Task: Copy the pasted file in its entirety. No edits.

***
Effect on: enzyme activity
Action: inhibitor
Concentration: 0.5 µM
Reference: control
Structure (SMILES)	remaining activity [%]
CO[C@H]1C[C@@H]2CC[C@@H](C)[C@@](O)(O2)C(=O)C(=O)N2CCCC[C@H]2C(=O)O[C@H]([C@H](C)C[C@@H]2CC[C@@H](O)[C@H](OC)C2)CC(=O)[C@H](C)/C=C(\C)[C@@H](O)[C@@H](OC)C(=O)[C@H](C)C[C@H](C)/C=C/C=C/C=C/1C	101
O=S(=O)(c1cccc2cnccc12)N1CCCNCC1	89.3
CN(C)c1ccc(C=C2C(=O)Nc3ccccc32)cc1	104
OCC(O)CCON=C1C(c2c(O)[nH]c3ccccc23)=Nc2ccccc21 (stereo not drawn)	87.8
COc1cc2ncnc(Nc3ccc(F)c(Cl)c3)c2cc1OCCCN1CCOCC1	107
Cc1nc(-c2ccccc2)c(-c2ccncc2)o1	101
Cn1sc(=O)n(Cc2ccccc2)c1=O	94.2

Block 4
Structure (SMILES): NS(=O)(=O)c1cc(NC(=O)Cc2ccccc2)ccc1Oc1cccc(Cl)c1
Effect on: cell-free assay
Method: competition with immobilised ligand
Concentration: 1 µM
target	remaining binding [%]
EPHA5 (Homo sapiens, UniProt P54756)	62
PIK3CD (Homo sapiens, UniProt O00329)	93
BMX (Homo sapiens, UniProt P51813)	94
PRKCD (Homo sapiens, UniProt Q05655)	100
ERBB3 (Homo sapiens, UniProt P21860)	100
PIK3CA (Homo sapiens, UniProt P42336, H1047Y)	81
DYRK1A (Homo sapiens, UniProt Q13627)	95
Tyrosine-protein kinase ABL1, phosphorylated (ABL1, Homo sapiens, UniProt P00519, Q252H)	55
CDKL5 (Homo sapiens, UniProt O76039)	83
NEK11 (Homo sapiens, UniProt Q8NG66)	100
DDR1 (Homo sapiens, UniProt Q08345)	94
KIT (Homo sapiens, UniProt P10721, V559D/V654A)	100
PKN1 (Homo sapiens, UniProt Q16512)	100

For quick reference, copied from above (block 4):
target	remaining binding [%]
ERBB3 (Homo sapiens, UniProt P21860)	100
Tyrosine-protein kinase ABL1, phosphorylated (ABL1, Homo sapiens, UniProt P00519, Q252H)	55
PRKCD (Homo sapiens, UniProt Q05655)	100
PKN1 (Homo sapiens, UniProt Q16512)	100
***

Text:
Effect on: enzyme activity
Action: inhibitor
Concentration: 0.5 µM
Reference: control
Structure (SMILES)	remaining activity [%]
CO[C@H]1C[C@@H]2CC[C@@H](C)[C@@](O)(O2)C(=O)C(=O)N2CCCC[C@H]2C(=O)O[C@H]([C@H](C)C[C@@H]2CC[C@@H](O)[C@H](OC)C2)CC(=O)[C@H](C)/C=C(\C)[C@@H](O)[C@@H](OC)C(=O)[C@H](C)C[C@H](C)/C=C/C=C/C=C/1C	101
O=S(=O)(c1cccc2cnccc12)N1CCCNCC1	89.3
CN(C)c1ccc(C=C2C(=O)Nc3ccccc32)cc1	104
OCC(O)CCON=C1C(c2c(O)[nH]c3ccccc23)=Nc2ccccc21 (stereo not drawn)	87.8
COc1cc2ncnc(Nc3ccc(F)c(Cl)c3)c2cc1OCCCN1CCOCC1	107
Cc1nc(-c2ccccc2)c(-c2ccncc2)o1	101
Cn1sc(=O)n(Cc2ccccc2)c1=O	94.2

Block 4
Structure (SMILES): NS(=O)(=O)c1cc(NC(=O)Cc2ccccc2)ccc1Oc1cccc(Cl)c1
Effect on: cell-free assay
Method: competition with immobilised ligand
Concentration: 1 µM
target	remaining binding [%]
EPHA5 (Homo sapiens, UniProt P54756)	62
PIK3CD (Homo sapiens, UniProt O00329)	93
BMX (Homo sapiens, UniProt P51813)	94
PRKCD (Homo sapiens, UniProt Q05655)	100
ERBB3 (Homo sapiens, UniProt P21860)	100
PIK3CA (Homo sapiens, UniProt P42336, H1047Y)	81
DYRK1A (Homo sapiens, UniProt Q13627)	95
Tyrosine-protein kinase ABL1, phosphorylated (ABL1, Homo sapiens, UniProt P00519, Q252H)	55
CDKL5 (Homo sapiens, UniProt O76039)	83
NEK11 (Homo sapiens, UniProt Q8NG66)	100
DDR1 (Homo sapiens, UniProt Q08345)	94
KIT (Homo sapiens, UniProt P10721, V559D/V654A)	100
PKN1 (Homo sapiens, UniProt Q16512)	100

For quick reference, copied from above (block 4):
target	remaining binding [%]
ERBB3 (Homo sapiens, UniProt P21860)	100
Tyrosine-protein kinase ABL1, phosphorylated (ABL1, Homo sapiens, UniProt P00519, Q252H)	55
PRKCD (Homo sapiens, UniProt Q05655)	100
PKN1 (Homo sapiens, UniProt Q16512)	100